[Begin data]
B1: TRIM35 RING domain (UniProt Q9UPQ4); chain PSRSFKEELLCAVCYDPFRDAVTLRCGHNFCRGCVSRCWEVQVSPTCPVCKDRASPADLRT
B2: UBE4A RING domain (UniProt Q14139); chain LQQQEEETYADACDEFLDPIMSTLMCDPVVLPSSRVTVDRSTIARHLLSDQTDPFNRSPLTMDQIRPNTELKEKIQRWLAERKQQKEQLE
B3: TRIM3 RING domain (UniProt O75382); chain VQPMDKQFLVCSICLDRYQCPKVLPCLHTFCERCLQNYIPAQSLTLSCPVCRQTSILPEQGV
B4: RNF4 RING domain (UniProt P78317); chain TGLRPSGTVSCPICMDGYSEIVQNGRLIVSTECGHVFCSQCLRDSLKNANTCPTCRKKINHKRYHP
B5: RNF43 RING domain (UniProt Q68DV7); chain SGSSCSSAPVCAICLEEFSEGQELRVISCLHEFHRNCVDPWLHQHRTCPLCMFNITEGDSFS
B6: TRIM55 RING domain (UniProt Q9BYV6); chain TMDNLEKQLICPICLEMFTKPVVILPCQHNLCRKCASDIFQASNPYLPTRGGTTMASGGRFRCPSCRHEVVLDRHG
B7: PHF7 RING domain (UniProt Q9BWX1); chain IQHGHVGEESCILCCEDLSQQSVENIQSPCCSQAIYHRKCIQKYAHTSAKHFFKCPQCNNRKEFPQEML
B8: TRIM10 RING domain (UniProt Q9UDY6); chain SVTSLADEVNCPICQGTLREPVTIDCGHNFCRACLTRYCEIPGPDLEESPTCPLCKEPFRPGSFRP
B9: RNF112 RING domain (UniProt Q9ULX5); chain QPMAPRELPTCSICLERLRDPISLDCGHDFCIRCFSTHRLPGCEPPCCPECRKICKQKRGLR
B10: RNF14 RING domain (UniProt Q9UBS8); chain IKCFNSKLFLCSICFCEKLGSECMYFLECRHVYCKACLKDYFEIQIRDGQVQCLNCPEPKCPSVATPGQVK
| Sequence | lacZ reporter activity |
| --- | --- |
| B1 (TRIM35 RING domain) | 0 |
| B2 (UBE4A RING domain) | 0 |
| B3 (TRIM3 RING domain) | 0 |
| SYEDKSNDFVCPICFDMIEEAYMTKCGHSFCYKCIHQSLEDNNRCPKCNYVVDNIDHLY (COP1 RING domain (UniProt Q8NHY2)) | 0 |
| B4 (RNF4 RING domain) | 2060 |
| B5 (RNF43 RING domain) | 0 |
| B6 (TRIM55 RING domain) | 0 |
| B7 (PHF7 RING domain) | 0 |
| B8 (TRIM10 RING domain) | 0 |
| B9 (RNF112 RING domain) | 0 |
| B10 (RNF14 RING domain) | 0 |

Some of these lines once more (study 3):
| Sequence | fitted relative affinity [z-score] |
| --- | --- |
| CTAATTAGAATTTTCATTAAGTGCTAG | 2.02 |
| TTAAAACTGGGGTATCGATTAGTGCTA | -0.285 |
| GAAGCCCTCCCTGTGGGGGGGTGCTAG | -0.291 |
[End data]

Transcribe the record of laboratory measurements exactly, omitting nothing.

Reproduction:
B1: TRIM35 RING domain (UniProt Q9UPQ4); chain PSRSFKEELLCAVCYDPFRDAVTLRCGHNFCRGCVSRCWEVQVSPTCPVCKDRASPADLRT
B2: UBE4A RING domain (UniProt Q14139); chain LQQQEEETYADACDEFLDPIMSTLMCDPVVLPSSRVTVDRSTIARHLLSDQTDPFNRSPLTMDQIRPNTELKEKIQRWLAERKQQKEQLE
B3: TRIM3 RING domain (UniProt O75382); chain VQPMDKQFLVCSICLDRYQCPKVLPCLHTFCERCLQNYIPAQSLTLSCPVCRQTSILPEQGV
B4: RNF4 RING domain (UniProt P78317); chain TGLRPSGTVSCPICMDGYSEIVQNGRLIVSTECGHVFCSQCLRDSLKNANTCPTCRKKINHKRYHP
B5: RNF43 RING domain (UniProt Q68DV7); chain SGSSCSSAPVCAICLEEFSEGQELRVISCLHEFHRNCVDPWLHQHRTCPLCMFNITEGDSFS
B6: TRIM55 RING domain (UniProt Q9BYV6); chain TMDNLEKQLICPICLEMFTKPVVILPCQHNLCRKCASDIFQASNPYLPTRGGTTMASGGRFRCPSCRHEVVLDRHG
B7: PHF7 RING domain (UniProt Q9BWX1); chain IQHGHVGEESCILCCEDLSQQSVENIQSPCCSQAIYHRKCIQKYAHTSAKHFFKCPQCNNRKEFPQEML
B8: TRIM10 RING domain (UniProt Q9UDY6); chain SVTSLADEVNCPICQGTLREPVTIDCGHNFCRACLTRYCEIPGPDLEESPTCPLCKEPFRPGSFRP
B9: RNF112 RING domain (UniProt Q9ULX5); chain QPMAPRELPTCSICLERLRDPISLDCGHDFCIRCFSTHRLPGCEPPCCPECRKICKQKRGLR
B10: RNF14 RING domain (UniProt Q9UBS8); chain IKCFNSKLFLCSICFCEKLGSECMYFLECRHVYCKACLKDYFEIQIRDGQVQCLNCPEPKCPSVATPGQVK
| Sequence | lacZ reporter activity |
| --- | --- |
| B1 (TRIM35 RING domain) | 0 |
| B2 (UBE4A RING domain) | 0 |
| B3 (TRIM3 RING domain) | 0 |
| SYEDKSNDFVCPICFDMIEEAYMTKCGHSFCYKCIHQSLEDNNRCPKCNYVVDNIDHLY (COP1 RING domain (UniProt Q8NHY2)) | 0 |
| B4 (RNF4 RING domain) | 2060 |
| B5 (RNF43 RING domain) | 0 |
| B6 (TRIM55 RING domain) | 0 |
| B7 (PHF7 RING domain) | 0 |
| B8 (TRIM10 RING domain) | 0 |
| B9 (RNF112 RING domain) | 0 |
| B10 (RNF14 RING domain) | 0 |

Some of these lines once more (study 3):
| Sequence | fitted relative affinity [z-score] |
| --- | --- |
| CTAATTAGAATTTTCATTAAGTGCTAG | 2.02 |
| TTAAAACTGGGGTATCGATTAGTGCTA | -0.285 |
| GAAGCCCTCCCTGTGGGGGGGTGCTAG | -0.291 |